The Buick Reatta

Imagine a six-year old, curly-hair girl in pig-tails standing on the car lot holding her dad’s hand.  She’s looking around at what seems like an endless amount of shiny, brand-new cars, yet she spots this small, “bubble” looking white convertible and exclaims, “That’s what I want when I get big!”  Now, fast forward ten years to that same girl, now 16, and her squeals of delight, beaming smile and huge hug for the dad that just bought her that white, Buick Reatta convertible, when she got big!

The Buick Reatta was a hand made, 2-seater, luxury sports coupe.  When it began production in 1988, it was Buick’s only sports car and the only 2-seater they had made since the 1940 Model 46.  This vehicle was built on the shortened GM E platform that was used on the Cadillac Eldorado, the Oldsmobile Toronado and the Buick Riviera, which the Reatta shared parts, advanced electronics and interior furnishings with.  This vehicle used Buick’s 3800 V6 engine that produced 165-170hp and allowed the vehicle to top out at speeds of 125mph.  Each vehicle came with individual suspension, 4-wheel disc brakes with ABS, and was front wheel drive.  Another unique thing that came with the car was a leather book that held the owner’s manual and a pen.  In the 90/91 cars, there was a zipper folio, “Craftsman Log” with the signatures of the supervisors who assembled the car, a pen, a flashlights, and a tire gauge also included.  These things were supposed to make the mass-produced vehicle seem as if it was produced with individual care.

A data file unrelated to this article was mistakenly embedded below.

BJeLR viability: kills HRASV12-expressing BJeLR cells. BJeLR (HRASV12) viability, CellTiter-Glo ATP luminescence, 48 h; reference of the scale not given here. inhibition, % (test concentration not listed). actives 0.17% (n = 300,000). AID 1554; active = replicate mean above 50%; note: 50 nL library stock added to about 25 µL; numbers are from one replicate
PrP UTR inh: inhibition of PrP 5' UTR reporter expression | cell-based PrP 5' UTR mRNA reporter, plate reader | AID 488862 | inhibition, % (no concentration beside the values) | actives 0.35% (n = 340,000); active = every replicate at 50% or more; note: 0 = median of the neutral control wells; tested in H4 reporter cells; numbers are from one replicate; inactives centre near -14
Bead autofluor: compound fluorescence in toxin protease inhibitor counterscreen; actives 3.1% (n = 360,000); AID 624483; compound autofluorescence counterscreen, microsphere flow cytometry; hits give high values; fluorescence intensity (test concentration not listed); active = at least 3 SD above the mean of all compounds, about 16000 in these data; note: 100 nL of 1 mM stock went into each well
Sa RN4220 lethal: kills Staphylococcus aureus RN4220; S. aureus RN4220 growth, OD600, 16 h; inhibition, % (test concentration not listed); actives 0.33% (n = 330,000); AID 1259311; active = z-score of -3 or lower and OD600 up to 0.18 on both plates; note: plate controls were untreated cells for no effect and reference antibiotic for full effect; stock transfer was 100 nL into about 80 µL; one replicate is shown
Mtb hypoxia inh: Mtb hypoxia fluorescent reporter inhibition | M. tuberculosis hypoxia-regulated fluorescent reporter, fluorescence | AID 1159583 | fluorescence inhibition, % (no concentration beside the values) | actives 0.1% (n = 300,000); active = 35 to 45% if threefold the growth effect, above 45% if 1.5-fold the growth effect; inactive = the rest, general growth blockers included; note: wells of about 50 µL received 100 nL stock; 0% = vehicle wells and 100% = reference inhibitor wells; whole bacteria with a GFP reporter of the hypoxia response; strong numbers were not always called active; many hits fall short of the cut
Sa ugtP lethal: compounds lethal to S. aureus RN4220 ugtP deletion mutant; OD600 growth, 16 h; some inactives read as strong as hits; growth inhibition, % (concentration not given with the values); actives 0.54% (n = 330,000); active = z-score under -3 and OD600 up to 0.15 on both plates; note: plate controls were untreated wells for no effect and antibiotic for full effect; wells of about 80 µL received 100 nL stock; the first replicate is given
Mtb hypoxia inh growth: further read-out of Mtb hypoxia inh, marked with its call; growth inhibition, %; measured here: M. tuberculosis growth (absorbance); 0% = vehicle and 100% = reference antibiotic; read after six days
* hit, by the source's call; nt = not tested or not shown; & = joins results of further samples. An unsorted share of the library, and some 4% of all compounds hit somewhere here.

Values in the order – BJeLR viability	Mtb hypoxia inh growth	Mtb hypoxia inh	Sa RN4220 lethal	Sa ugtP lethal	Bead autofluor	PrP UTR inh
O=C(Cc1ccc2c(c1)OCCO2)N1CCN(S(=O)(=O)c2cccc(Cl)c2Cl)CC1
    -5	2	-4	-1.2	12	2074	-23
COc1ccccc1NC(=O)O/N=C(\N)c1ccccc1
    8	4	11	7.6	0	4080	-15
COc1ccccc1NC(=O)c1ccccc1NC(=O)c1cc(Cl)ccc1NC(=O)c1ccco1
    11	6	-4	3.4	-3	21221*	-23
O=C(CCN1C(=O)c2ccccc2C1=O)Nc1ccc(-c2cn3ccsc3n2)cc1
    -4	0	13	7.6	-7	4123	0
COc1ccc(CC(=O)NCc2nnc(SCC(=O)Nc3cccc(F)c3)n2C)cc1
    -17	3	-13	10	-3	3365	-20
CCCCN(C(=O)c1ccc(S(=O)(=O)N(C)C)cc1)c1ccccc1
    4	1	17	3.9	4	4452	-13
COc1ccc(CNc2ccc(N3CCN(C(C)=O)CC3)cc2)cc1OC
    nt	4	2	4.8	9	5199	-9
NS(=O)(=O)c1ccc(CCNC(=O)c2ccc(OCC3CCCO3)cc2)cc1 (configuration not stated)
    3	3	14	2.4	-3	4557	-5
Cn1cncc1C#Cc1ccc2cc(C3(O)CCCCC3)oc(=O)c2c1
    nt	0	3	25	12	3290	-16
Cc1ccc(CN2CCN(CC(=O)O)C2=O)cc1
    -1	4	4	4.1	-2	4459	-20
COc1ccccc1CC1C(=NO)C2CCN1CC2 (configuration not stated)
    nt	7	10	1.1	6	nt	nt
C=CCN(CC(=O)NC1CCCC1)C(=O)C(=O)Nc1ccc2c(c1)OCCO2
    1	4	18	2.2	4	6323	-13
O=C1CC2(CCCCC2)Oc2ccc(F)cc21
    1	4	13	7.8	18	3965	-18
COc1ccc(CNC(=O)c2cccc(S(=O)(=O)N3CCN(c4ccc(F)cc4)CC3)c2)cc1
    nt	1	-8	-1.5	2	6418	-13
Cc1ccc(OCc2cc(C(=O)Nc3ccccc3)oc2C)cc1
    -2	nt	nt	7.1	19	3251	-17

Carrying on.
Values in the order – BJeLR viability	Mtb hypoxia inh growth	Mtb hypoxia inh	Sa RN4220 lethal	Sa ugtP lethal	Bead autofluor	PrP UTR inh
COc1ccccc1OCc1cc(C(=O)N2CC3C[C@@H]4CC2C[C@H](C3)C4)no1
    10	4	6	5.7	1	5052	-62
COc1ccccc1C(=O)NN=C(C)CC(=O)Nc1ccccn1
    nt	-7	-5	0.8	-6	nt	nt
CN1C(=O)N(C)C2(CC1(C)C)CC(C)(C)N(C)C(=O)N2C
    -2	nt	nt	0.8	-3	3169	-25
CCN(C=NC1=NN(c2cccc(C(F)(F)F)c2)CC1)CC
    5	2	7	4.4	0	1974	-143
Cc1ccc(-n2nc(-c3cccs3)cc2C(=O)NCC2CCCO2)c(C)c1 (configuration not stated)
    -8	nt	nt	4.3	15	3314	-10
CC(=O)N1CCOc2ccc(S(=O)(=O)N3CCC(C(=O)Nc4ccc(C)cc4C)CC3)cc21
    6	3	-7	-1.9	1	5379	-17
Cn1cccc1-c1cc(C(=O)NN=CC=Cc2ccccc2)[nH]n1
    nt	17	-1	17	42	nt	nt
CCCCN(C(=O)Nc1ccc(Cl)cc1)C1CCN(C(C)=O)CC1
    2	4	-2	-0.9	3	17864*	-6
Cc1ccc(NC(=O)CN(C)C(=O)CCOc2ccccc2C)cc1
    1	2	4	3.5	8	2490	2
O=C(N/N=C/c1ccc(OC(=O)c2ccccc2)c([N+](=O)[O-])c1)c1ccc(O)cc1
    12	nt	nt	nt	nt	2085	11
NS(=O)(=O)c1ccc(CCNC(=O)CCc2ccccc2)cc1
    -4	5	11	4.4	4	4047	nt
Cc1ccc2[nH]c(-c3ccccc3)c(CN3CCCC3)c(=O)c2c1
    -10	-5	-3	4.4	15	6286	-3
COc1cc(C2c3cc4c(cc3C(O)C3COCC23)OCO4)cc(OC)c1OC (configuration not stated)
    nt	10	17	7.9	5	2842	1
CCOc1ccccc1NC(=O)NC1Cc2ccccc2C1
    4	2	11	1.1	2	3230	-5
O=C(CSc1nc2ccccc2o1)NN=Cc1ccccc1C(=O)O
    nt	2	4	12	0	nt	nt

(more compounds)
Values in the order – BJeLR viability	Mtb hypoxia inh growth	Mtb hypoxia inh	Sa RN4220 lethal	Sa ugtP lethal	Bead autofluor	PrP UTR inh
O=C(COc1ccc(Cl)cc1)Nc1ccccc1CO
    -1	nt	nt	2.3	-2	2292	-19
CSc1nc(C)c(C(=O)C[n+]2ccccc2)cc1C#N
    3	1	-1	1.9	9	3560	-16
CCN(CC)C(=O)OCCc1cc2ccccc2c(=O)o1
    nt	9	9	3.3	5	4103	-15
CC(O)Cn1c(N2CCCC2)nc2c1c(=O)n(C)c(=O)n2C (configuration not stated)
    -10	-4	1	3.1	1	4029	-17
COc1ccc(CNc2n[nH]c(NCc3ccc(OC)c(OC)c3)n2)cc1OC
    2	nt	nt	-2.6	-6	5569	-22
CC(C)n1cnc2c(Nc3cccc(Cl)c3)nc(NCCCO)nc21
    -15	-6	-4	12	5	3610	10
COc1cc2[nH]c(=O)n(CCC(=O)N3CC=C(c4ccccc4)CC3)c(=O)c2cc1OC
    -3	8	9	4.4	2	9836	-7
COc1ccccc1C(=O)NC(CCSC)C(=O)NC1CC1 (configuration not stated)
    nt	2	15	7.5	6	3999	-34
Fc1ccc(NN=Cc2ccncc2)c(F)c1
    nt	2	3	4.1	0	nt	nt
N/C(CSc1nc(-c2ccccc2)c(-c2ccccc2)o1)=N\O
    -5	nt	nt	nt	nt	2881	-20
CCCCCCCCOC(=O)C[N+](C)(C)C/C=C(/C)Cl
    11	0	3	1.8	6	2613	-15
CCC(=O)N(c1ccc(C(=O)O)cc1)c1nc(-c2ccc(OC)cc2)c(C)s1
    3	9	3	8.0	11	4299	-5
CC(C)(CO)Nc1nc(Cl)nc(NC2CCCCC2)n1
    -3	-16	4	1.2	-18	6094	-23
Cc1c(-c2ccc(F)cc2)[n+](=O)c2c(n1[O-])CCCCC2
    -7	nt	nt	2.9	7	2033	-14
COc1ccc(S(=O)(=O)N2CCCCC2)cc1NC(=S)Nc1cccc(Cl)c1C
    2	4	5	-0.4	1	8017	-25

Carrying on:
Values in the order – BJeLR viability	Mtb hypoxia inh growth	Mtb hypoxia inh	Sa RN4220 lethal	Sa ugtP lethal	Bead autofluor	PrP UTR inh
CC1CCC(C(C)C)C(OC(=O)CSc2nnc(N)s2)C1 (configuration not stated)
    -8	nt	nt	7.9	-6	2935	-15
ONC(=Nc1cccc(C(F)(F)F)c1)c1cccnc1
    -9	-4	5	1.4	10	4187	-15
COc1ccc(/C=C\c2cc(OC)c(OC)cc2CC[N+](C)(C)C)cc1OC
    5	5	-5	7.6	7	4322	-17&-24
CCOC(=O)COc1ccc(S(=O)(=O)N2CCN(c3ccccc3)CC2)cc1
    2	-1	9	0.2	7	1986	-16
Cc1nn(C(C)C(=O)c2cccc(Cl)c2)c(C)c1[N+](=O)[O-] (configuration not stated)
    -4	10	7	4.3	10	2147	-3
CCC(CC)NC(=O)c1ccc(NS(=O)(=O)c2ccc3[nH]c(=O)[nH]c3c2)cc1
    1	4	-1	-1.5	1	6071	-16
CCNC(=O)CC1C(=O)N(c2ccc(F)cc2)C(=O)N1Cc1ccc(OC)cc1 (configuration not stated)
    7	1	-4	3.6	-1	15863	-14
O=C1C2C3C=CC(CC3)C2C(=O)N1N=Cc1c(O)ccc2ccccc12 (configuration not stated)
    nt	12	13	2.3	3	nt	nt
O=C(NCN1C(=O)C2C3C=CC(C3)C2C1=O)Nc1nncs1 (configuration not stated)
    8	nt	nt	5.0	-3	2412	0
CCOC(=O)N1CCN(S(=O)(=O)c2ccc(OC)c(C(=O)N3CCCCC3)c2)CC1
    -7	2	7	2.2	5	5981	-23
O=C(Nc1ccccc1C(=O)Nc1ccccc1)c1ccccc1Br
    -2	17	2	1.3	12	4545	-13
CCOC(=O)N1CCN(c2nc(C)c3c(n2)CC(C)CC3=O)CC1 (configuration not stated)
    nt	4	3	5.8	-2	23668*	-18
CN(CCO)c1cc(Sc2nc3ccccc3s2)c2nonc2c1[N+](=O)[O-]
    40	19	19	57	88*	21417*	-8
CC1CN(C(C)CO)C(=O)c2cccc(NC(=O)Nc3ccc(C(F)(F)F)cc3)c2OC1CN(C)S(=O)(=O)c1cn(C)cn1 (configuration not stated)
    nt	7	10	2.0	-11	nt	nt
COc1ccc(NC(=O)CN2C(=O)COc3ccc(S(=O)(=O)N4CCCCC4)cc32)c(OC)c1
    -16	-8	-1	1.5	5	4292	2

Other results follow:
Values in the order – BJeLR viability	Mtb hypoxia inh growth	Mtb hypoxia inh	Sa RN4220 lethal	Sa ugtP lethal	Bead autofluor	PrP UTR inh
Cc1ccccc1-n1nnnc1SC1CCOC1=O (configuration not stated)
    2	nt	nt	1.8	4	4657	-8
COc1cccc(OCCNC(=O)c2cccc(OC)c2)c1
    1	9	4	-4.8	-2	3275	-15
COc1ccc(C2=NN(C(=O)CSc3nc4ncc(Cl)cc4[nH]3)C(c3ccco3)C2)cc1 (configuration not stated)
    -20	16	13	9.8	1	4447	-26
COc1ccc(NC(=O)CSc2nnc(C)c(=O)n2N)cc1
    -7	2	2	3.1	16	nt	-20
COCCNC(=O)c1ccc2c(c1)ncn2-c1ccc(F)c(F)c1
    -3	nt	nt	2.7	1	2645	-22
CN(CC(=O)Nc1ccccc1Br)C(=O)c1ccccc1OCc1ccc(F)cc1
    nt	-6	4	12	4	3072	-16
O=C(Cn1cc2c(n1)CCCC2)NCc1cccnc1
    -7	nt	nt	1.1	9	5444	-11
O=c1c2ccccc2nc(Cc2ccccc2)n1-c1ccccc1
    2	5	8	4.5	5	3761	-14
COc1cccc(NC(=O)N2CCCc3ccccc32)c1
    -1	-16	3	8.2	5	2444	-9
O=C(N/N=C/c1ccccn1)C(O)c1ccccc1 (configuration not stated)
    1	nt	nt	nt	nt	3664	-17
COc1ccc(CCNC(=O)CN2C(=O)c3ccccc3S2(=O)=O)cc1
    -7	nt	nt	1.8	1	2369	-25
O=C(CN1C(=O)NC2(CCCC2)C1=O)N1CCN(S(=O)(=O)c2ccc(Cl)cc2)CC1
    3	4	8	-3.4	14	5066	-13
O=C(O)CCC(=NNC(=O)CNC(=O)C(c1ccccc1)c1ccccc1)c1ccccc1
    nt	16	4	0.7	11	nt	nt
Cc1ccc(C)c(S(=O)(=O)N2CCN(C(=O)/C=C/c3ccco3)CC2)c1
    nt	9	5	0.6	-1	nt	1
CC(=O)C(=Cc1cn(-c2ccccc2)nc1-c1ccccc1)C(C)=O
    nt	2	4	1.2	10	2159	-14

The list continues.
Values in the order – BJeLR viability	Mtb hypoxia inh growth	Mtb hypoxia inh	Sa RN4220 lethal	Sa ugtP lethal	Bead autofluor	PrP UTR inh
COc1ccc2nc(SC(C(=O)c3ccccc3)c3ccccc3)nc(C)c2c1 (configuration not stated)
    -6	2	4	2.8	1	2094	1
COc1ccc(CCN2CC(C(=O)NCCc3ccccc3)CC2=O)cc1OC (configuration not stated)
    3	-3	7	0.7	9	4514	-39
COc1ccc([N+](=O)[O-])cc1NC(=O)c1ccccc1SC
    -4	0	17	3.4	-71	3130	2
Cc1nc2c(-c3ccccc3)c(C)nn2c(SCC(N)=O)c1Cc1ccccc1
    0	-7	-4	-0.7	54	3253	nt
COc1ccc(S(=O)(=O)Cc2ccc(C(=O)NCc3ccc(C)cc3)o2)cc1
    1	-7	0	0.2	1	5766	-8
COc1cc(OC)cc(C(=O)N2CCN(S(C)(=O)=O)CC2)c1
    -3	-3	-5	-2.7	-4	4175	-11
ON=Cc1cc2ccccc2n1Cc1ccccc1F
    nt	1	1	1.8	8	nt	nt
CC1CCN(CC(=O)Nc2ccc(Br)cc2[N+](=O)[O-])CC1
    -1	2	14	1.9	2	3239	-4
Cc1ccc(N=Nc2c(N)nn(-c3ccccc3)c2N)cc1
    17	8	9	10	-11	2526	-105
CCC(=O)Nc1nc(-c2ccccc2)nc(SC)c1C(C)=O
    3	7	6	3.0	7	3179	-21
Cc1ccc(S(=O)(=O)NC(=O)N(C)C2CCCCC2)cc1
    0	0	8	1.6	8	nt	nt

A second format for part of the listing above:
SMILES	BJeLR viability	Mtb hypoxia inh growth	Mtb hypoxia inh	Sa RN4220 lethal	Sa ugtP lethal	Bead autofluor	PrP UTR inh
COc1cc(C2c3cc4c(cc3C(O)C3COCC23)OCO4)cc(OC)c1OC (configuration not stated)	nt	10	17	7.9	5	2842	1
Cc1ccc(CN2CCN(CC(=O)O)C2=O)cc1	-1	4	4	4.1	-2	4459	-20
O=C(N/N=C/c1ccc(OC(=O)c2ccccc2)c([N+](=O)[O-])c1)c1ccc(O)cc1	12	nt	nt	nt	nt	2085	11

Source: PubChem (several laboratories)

The Reatta was unique in many ways.  First, its body style was unique with its hidden headlights, bubbleback rear window, and attention to hand finishes which were so uncommon.  The way it was assembled was also not common because it was not produced on a typical assembly line. There were craft stations; each with their own team members, set up in the Lansing Craft Centre in Lansing, Michigan; when one team would finish their job, a robot would take the vehicle to the next team/center to do their job.  Also, it included a touch screen computer system (like in the Riviera) called an Electronic Control Center (ECC).  The ECC was used for radio and climate control, diagnostics, a trip computer, and a date reminder.  This was off-setting to some of what Buick called their more “mature” buyers, so the ECC became optional in 1990 and was replaced by push button stereo and climate controls and an optional CD player.

Other options that became available in later years were, in 1988’s older models, a sunroof became an option in the hardtop. There was a keyless entry option as of 1989. In 1990, a convertible option was offered and a driver’s side airbag was offered.  On all vehicles, there was the option of a 16-way power driver seat and after the first year, leather seats became the only option.

Though the Reatta was expected to do really well, due to a change in the way GM decided to promote Buick (they decided to promote it to more “mature” buyers), the Reatta failed in sales.  Only 21,751 cars were produced in 4 years.  With that, GM pulled the plug on Buick’s only 2-seater sports coupe of its time.

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